Dinosaurs, Diamonds, and Things from Outer Space: The Great Extinction

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Stanford University Press, 1995 - Science - 241 pages
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This text explains why most life on earth perished 65 million years ago. Intended for a broad audience, the book should also be of great interest to scientists - most of whom now agree that an object from outer space hit the earth with unimaginable force 65 million years ago. But what kind of object? Carlisle's scenario suggests that the event was a complex sequence, beginning with a nearby star turning supernova. The first effect of this on earth was the arrival of massive radiation, ten or 20 times the heat of the sun, igniting worldwide forest fires. The blast also perturbed the cloud of comets that surrounds the solar system, and some few centuries later one or more of these (loaded with interstellar diamonds) hit the earth, producing nuclear winter and causing a tremendous acidification of the oceans. Each step of this theory is backed up by evidence.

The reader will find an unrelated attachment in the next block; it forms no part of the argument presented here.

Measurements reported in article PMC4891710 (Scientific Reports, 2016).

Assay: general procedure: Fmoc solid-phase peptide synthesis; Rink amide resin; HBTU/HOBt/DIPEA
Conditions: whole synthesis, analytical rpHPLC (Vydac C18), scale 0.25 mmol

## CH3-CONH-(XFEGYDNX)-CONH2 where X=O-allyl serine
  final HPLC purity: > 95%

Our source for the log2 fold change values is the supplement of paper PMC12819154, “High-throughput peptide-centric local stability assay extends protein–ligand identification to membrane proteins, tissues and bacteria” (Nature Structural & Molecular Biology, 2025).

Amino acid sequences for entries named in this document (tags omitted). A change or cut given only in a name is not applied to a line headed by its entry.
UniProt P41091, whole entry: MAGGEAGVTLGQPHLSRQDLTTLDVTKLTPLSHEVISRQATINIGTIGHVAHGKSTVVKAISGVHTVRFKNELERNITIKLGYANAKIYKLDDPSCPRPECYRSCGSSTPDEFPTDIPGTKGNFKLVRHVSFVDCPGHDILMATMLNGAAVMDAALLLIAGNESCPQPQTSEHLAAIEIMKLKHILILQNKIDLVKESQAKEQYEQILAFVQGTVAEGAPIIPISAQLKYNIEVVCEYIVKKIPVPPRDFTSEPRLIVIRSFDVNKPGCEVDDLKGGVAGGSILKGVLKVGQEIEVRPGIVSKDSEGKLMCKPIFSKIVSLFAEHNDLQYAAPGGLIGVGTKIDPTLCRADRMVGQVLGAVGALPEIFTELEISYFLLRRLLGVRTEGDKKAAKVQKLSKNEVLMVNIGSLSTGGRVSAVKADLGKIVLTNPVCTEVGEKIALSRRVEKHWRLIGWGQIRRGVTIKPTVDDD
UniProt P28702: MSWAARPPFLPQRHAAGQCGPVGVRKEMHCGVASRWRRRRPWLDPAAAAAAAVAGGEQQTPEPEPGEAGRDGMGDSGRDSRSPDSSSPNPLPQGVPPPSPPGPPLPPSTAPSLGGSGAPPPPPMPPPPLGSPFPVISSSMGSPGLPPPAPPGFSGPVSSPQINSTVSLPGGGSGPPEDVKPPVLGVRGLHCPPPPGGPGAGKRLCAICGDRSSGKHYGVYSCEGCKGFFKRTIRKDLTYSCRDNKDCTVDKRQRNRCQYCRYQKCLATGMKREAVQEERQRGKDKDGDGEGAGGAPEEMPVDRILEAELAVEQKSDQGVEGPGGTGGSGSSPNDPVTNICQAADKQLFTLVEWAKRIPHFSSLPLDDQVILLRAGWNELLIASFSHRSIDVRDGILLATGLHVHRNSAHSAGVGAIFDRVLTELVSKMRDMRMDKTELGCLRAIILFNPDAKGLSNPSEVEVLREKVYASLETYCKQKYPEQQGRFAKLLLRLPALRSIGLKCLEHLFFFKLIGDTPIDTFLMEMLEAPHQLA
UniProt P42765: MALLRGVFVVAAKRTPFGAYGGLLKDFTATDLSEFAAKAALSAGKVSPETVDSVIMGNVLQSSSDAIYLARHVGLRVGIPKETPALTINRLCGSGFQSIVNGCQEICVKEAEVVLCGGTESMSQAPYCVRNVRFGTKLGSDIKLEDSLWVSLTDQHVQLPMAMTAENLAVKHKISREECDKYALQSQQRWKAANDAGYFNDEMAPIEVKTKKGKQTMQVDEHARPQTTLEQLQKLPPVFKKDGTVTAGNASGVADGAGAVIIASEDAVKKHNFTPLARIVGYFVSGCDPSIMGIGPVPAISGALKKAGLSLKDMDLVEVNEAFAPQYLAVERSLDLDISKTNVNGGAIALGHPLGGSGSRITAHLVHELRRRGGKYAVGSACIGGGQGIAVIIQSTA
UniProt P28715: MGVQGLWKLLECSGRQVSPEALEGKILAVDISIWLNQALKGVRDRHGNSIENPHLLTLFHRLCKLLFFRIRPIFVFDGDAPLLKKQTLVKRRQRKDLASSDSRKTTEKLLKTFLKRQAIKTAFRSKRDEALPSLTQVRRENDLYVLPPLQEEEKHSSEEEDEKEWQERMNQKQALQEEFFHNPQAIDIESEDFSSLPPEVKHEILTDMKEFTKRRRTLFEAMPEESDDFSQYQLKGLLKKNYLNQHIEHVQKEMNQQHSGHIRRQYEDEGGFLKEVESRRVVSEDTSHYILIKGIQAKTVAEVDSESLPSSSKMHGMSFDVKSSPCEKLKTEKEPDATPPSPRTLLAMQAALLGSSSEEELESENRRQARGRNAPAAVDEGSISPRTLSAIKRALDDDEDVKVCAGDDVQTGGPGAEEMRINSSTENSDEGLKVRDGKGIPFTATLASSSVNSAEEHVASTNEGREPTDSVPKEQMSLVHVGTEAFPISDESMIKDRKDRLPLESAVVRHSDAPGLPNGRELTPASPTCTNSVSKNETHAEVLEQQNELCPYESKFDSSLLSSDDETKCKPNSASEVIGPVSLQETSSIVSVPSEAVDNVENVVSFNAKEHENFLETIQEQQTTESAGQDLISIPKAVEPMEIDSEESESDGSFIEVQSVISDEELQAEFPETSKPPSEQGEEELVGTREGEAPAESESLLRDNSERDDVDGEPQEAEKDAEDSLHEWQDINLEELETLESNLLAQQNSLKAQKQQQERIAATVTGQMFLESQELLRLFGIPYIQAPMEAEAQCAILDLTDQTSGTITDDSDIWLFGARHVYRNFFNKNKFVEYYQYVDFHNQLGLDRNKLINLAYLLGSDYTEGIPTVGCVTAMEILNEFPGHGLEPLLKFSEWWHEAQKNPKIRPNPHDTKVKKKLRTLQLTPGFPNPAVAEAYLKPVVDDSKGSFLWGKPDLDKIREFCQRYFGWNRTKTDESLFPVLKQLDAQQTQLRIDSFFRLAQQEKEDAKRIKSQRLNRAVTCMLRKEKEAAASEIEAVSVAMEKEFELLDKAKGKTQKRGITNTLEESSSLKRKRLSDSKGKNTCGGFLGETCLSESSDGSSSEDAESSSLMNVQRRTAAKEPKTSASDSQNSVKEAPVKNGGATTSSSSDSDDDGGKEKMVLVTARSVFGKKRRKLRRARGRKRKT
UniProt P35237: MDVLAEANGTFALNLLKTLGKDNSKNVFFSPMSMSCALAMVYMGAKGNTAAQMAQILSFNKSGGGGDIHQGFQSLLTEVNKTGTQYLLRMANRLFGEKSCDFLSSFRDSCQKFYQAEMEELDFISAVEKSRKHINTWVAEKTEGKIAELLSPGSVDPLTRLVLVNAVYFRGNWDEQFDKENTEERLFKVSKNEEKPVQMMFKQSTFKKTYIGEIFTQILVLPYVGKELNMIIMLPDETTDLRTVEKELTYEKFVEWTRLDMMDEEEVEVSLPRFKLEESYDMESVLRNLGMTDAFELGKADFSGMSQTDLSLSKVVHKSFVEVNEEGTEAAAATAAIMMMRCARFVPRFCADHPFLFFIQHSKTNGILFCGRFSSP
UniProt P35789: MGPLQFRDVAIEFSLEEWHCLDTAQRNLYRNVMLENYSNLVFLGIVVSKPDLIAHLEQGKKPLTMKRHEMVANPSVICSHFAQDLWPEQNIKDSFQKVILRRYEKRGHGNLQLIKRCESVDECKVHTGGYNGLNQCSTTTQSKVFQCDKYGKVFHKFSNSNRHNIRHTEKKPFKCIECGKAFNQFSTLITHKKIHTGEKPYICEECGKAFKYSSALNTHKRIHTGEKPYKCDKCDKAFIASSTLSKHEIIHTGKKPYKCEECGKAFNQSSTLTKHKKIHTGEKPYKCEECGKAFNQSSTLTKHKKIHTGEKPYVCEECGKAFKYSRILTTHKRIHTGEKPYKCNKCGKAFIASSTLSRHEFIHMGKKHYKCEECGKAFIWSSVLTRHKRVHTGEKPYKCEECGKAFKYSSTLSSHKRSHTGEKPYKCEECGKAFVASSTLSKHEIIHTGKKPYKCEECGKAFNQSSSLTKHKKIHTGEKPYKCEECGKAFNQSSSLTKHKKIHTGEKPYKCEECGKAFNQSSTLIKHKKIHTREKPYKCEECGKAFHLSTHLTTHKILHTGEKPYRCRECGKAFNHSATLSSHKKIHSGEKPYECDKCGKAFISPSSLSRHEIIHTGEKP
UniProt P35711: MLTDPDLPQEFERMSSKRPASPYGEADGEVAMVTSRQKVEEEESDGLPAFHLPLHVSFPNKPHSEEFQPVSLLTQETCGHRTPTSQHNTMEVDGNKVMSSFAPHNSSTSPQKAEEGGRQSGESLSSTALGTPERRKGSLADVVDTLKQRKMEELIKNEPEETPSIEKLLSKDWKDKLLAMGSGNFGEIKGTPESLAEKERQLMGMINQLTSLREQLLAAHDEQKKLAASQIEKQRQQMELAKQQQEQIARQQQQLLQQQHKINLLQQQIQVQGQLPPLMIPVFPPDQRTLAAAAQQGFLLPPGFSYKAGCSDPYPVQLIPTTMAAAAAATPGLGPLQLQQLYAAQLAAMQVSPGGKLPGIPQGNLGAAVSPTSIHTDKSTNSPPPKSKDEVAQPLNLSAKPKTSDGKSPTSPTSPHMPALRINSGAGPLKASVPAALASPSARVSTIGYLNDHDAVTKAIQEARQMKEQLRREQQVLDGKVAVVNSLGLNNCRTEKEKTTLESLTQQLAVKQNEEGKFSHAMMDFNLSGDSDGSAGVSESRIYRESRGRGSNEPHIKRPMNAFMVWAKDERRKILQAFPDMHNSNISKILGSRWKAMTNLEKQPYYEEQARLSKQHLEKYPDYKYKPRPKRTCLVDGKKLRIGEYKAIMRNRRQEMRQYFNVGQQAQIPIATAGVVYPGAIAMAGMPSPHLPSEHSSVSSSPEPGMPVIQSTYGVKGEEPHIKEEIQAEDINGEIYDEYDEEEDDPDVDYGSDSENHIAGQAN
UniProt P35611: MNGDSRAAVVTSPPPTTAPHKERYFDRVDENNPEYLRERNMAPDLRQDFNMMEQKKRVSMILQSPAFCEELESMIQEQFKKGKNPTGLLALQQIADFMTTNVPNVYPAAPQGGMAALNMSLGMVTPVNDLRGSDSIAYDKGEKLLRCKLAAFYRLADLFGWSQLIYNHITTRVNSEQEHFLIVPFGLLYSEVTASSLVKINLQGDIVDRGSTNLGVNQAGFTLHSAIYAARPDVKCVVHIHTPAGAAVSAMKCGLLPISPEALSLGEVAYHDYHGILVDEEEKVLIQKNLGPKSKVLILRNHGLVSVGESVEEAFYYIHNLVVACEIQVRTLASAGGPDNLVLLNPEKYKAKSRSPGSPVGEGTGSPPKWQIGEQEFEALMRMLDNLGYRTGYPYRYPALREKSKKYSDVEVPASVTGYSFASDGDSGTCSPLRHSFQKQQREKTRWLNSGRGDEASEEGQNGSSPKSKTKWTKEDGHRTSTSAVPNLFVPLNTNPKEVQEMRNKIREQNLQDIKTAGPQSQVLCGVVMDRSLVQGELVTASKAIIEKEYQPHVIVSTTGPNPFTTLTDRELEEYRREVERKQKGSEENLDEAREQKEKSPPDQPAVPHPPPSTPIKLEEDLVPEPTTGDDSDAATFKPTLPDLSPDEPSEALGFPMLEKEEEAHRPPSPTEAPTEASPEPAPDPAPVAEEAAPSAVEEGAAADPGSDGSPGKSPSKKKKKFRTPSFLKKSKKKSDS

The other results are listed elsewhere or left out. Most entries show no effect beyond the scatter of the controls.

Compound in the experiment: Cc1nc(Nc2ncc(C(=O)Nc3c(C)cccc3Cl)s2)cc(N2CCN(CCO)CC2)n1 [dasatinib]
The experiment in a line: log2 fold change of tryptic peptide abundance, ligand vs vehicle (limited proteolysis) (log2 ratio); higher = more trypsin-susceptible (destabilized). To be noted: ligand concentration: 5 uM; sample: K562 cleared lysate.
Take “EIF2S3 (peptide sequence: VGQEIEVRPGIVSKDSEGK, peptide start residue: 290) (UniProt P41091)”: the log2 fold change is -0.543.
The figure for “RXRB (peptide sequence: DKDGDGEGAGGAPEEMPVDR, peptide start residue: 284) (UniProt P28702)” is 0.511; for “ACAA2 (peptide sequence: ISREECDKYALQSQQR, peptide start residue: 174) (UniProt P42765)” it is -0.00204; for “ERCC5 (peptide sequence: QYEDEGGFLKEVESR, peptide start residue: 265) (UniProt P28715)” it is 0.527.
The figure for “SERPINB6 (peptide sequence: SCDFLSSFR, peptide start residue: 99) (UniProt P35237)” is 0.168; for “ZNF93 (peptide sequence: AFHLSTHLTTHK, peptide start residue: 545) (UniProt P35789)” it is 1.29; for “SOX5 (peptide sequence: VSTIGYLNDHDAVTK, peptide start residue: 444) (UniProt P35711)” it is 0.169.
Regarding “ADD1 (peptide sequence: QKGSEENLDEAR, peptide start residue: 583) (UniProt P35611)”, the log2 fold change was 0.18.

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The Badlands of Alberta
The CretaceousTertiary Boundary Around the World
The Solar System Vortices and Comets
Bolide Impacts and Vulcanism
Theories of the Periodicity of Extinctions
What Hit at the CretaceousTertiary Boundary
The Energetics of Impactors
The Search for Supernova Debris
Implications for Evolution

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About the author (1995)

David Brez Carlisle is Chief Scientist of Environment Canada.

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